Dean is a stand-up comic who uses his Twitter feed, regular appearances on CNN, and his weekly Sirius XM radio show to confront stereotypes about Islam and Muslims, while using humor and satire to get the message across.

It's one thing to put out great online content - it's another thing to do it on a regular basis and keep people continually entertained and/or informed. Which podcasts, video blogs, and YouTube channels make the cut?

Muslim Life Hackers
Muslim Life Hackers continually step up the bar by giving a fresh and unique spin to Islamic personal growth. They run a weekly podcast, publish blog posts & also hold many exciting projects through out the year.

Rad Talks
Following in the footsteps of TED, Rad Talks is an online space where innovative thinkers and influential doers come together to share bright ideas in 10-minute lightnight talks about Islam & Muslims.


Diffused Congruence
This monthly podcast features in-depth discussions with unique and interesting personalities from within and without the Muslim community, going in depth to examine issues and explore American Muslim history.
Following in the footsteps of the immensely popular Serial podcast, which examined in depth the incarceration of Adnan Syed, this successor podcast created by Rabia Chaudry is one of the top 5 listened-to podcasts of 2015.

Good Muslim/Bad Muslim
A monthly podcast featuring Tanzila 'Taz' Ahmed and Zahra Noorkbakhsh that speaks about the good and the bad about the American Muslim female experience,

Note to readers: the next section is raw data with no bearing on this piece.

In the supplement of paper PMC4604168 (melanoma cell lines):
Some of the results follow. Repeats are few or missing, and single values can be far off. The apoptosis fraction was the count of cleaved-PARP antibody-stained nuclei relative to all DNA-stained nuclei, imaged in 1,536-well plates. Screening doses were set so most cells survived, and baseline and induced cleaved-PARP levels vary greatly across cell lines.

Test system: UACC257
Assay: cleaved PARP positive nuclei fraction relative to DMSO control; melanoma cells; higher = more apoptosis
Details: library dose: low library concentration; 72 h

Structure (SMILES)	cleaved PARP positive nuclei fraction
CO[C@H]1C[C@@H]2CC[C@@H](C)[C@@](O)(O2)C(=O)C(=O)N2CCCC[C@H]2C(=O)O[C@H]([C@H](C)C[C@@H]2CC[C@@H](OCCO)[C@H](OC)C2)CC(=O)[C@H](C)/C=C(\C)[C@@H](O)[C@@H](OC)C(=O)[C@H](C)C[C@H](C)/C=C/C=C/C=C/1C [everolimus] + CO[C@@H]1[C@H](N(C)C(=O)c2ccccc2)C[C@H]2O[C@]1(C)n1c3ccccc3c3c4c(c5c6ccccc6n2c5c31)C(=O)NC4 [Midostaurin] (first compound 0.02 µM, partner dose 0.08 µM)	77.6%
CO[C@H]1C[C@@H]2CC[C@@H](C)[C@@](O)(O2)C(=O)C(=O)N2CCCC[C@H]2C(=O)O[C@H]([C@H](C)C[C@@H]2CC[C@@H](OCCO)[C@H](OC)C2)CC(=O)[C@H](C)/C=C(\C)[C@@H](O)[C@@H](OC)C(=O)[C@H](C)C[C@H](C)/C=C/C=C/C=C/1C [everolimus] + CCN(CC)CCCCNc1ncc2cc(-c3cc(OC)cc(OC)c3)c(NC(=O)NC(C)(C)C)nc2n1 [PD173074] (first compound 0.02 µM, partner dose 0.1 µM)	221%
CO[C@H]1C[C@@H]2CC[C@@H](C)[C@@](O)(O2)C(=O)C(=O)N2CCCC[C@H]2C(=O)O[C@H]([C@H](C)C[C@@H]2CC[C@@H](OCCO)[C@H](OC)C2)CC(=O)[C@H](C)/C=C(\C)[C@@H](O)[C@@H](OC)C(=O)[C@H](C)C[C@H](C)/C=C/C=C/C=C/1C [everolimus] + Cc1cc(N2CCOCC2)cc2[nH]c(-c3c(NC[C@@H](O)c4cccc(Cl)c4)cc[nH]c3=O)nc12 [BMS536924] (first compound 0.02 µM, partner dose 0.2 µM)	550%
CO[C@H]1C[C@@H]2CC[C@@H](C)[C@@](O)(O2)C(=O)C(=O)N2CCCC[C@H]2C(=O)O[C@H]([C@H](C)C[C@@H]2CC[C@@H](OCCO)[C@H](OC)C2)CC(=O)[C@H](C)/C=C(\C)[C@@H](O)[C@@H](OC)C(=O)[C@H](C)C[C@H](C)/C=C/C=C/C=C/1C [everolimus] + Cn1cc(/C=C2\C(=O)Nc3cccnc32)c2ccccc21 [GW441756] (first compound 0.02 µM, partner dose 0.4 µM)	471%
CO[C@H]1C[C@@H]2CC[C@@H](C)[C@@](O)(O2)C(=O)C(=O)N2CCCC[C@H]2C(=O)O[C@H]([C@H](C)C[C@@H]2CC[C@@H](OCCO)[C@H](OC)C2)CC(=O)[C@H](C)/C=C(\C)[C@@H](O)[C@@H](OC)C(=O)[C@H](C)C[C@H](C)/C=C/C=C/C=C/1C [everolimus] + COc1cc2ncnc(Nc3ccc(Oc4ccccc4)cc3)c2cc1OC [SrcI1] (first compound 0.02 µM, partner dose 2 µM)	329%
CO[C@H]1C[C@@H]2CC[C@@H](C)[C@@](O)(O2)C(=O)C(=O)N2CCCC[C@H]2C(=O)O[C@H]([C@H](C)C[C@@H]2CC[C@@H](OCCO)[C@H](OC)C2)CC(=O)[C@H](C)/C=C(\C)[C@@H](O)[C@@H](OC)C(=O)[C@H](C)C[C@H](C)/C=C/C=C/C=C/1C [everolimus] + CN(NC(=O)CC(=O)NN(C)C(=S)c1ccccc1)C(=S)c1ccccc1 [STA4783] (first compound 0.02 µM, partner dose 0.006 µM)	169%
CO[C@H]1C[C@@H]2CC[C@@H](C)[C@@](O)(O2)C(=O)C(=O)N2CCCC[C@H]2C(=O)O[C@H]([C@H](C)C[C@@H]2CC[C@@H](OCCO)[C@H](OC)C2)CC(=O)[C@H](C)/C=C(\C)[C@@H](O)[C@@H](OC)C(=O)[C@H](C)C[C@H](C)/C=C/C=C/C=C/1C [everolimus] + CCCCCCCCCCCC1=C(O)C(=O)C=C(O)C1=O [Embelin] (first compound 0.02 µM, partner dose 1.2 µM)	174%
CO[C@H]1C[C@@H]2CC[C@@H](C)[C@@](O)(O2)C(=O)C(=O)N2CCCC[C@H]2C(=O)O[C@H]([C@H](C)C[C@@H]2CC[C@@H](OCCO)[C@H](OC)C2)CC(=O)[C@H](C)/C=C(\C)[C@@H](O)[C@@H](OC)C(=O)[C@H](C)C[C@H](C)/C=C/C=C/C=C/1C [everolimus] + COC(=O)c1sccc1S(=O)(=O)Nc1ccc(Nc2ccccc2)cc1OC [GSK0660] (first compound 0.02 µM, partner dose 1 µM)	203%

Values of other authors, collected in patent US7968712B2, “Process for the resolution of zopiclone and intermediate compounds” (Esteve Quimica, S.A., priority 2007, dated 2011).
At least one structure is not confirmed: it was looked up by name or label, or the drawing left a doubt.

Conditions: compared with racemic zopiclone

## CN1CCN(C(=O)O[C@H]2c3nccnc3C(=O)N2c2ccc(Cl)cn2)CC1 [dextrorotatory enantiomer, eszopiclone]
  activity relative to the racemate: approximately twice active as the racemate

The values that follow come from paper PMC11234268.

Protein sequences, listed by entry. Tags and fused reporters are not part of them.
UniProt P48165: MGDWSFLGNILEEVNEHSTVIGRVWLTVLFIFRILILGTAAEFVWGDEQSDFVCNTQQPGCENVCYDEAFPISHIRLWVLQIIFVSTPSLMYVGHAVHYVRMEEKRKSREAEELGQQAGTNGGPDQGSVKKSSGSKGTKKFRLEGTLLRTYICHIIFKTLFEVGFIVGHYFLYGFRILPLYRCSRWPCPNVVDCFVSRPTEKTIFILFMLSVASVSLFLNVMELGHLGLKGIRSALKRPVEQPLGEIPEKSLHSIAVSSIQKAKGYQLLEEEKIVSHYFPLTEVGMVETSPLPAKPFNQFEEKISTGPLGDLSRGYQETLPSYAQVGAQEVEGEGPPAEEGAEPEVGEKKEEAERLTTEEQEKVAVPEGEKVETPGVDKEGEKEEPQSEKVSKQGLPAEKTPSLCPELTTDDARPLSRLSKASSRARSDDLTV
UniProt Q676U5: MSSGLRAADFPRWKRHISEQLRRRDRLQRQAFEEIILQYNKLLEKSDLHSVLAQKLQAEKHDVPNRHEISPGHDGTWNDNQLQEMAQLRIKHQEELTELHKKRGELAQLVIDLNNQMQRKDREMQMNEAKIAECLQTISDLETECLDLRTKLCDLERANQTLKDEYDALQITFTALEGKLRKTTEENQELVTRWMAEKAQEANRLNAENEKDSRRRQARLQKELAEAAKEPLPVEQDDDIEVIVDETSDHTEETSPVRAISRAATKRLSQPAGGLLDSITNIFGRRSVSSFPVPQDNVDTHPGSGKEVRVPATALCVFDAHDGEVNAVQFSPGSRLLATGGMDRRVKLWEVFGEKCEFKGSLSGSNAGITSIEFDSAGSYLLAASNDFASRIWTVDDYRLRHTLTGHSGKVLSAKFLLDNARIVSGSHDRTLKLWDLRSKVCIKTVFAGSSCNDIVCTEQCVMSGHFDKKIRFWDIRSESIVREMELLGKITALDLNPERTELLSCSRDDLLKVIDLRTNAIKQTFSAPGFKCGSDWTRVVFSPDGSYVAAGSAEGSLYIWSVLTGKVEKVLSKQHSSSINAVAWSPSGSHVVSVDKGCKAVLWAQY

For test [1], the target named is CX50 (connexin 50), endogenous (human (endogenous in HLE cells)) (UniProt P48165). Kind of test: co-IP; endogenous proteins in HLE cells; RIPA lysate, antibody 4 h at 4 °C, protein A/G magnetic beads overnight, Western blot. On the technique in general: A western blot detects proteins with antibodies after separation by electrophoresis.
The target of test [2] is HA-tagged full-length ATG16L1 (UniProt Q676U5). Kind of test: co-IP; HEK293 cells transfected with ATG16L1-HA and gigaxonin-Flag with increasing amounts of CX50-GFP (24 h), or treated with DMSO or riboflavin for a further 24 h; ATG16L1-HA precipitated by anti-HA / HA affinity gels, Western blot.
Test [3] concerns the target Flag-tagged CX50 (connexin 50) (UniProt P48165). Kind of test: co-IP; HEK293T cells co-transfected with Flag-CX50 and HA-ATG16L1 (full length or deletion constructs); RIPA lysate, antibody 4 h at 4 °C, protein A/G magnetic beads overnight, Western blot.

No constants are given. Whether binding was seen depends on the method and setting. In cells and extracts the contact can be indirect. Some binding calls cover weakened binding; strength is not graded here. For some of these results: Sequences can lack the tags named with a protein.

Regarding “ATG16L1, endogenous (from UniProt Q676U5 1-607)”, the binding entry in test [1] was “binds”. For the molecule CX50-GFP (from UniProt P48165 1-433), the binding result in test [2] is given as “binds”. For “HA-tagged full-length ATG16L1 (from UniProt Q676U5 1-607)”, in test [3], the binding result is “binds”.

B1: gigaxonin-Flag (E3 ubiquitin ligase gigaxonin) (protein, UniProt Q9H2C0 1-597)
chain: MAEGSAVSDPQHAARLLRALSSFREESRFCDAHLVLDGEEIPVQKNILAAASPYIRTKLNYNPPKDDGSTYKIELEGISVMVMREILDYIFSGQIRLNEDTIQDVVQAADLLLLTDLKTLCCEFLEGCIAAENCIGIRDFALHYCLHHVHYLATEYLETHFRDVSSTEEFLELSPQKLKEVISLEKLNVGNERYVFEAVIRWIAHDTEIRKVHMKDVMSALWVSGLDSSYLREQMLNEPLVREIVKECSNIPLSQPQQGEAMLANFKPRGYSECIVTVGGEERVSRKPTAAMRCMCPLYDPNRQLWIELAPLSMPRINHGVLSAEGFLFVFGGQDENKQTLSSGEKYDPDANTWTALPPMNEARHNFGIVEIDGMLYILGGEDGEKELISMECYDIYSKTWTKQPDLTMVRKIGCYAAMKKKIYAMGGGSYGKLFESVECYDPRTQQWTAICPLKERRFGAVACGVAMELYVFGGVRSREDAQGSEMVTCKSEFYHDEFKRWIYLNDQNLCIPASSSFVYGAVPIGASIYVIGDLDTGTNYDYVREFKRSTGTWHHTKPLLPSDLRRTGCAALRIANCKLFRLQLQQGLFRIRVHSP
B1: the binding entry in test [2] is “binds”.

These days, anyone can take a GoPro, a laptop, and a copy of FinalCut/Premiere and make something amazing. What short video took creativity to a new level, spread like wildfire, and made people laugh or think?

Muslims Read Hate Comments (Peace House)
After a daycare at a Florida mosque was burned to the ground, people posted hateful comments on the news coverage. Peace House showed ordinary Muslims from that community reading them and commenting with dignity.

I'm Muslim, But I'm Not... (BuzzFeed)
The internet news and humor site BuzzFeed created this video featuring self-identified Muslims telling us what they're not, and got nearly a million views in the process.


Stacey Eden defends Muslim woman (Stacey Eden)
Australian Stacey Eden, 23, uploaded footage to Facebook showing a middle-aged woman on a commuter train verbally abusing Hafeez Ahmed Bhatti and his wife, as well as her impassioned defense of the couple and their faith.
Muslim Queen (Deen Squad)
I make dua for that lady/That one day I'mma pray salat with that lady/Cause wallah I'm going crazy - so goes the chorus on 'Muslim Queen,' a rework of Fetty Wap's 'Trap Queen' that extols the virtues of courting a Muslim girl.
The Brass Crescent Awards were created in 2004
by Aziz Poonawalla and Shahed Amanullah